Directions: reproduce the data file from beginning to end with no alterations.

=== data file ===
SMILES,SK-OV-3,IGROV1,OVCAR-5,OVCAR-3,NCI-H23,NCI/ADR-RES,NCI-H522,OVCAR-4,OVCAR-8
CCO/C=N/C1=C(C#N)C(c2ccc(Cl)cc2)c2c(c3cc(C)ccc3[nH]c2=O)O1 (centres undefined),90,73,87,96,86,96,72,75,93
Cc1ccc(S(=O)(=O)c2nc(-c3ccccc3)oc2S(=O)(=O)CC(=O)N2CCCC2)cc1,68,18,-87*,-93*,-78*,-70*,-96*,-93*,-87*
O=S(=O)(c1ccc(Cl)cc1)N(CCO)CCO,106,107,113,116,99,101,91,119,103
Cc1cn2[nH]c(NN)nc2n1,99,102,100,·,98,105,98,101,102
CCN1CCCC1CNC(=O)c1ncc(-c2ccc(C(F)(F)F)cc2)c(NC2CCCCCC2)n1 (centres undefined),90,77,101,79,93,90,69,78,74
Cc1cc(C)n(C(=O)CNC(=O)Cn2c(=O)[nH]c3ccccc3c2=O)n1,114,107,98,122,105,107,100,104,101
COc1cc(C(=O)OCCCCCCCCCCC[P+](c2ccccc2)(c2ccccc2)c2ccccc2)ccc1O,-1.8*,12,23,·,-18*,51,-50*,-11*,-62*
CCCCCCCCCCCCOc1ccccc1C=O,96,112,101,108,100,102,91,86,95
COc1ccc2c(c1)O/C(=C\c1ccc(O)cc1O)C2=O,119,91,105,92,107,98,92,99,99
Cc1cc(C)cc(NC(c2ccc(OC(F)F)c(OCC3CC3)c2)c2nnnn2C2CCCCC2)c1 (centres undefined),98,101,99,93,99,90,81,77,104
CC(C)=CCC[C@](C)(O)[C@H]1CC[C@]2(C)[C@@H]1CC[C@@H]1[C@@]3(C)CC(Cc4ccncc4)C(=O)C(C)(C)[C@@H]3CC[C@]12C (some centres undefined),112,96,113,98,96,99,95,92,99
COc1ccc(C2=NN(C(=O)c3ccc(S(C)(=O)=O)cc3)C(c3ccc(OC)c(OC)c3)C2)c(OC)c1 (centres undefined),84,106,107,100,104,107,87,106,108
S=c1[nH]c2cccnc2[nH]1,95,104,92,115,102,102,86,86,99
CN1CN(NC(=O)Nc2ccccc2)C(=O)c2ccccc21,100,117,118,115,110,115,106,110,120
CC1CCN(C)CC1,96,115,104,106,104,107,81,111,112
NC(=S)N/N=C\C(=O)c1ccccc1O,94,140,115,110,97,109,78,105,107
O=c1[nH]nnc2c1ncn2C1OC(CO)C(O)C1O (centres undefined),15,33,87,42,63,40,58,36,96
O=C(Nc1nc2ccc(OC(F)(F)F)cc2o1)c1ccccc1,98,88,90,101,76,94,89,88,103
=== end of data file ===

SMILES,SK-OV-3,IGROV1,OVCAR-5,OVCAR-3,NCI-H23,NCI/ADR-RES,NCI-H522,OVCAR-4,OVCAR-8
CCO/C=N/C1=C(C#N)C(c2ccc(Cl)cc2)c2c(c3cc(C)ccc3[nH]c2=O)O1 (centres undefined),90,73,87,96,86,96,72,75,93
Cc1ccc(S(=O)(=O)c2nc(-c3ccccc3)oc2S(=O)(=O)CC(=O)N2CCCC2)cc1,68,18,-87*,-93*,-78*,-70*,-96*,-93*,-87*
O=S(=O)(c1ccc(Cl)cc1)N(CCO)CCO,106,107,113,116,99,101,91,119,103
Cc1cn2[nH]c(NN)nc2n1,99,102,100,·,98,105,98,101,102
CCN1CCCC1CNC(=O)c1ncc(-c2ccc(C(F)(F)F)cc2)c(NC2CCCCCC2)n1 (centres undefined),90,77,101,79,93,90,69,78,74
Cc1cc(C)n(C(=O)CNC(=O)Cn2c(=O)[nH]c3ccccc3c2=O)n1,114,107,98,122,105,107,100,104,101
COc1cc(C(=O)OCCCCCCCCCCC[P+](c2ccccc2)(c2ccccc2)c2ccccc2)ccc1O,-1.8*,12,23,·,-18*,51,-50*,-11*,-62*
CCCCCCCCCCCCOc1ccccc1C=O,96,112,101,108,100,102,91,86,95
COc1ccc2c(c1)O/C(=C\c1ccc(O)cc1O)C2=O,119,91,105,92,107,98,92,99,99
Cc1cc(C)cc(NC(c2ccc(OC(F)F)c(OCC3CC3)c2)c2nnnn2C2CCCCC2)c1 (centres undefined),98,101,99,93,99,90,81,77,104
CC(C)=CCC[C@](C)(O)[C@H]1CC[C@]2(C)[C@@H]1CC[C@@H]1[C@@]3(C)CC(Cc4ccncc4)C(=O)C(C)(C)[C@@H]3CC[C@]12C (some centres undefined),112,96,113,98,96,99,95,92,99
COc1ccc(C2=NN(C(=O)c3ccc(S(C)(=O)=O)cc3)C(c3ccc(OC)c(OC)c3)C2)c(OC)c1 (centres undefined),84,106,107,100,104,107,87,106,108
S=c1[nH]c2cccnc2[nH]1,95,104,92,115,102,102,86,86,99
CN1CN(NC(=O)Nc2ccccc2)C(=O)c2ccccc21,100,117,118,115,110,115,106,110,120
CC1CCN(C)CC1,96,115,104,106,104,107,81,111,112
NC(=S)N/N=C\C(=O)c1ccccc1O,94,140,115,110,97,109,78,105,107
O=c1[nH]nnc2c1ncn2C1OC(CO)C(O)C1O (centres undefined),15,33,87,42,63,40,58,36,96
O=C(Nc1nc2ccc(OC(F)(F)F)cc2o1)c1ccccc1,98,88,90,101,76,94,89,88,103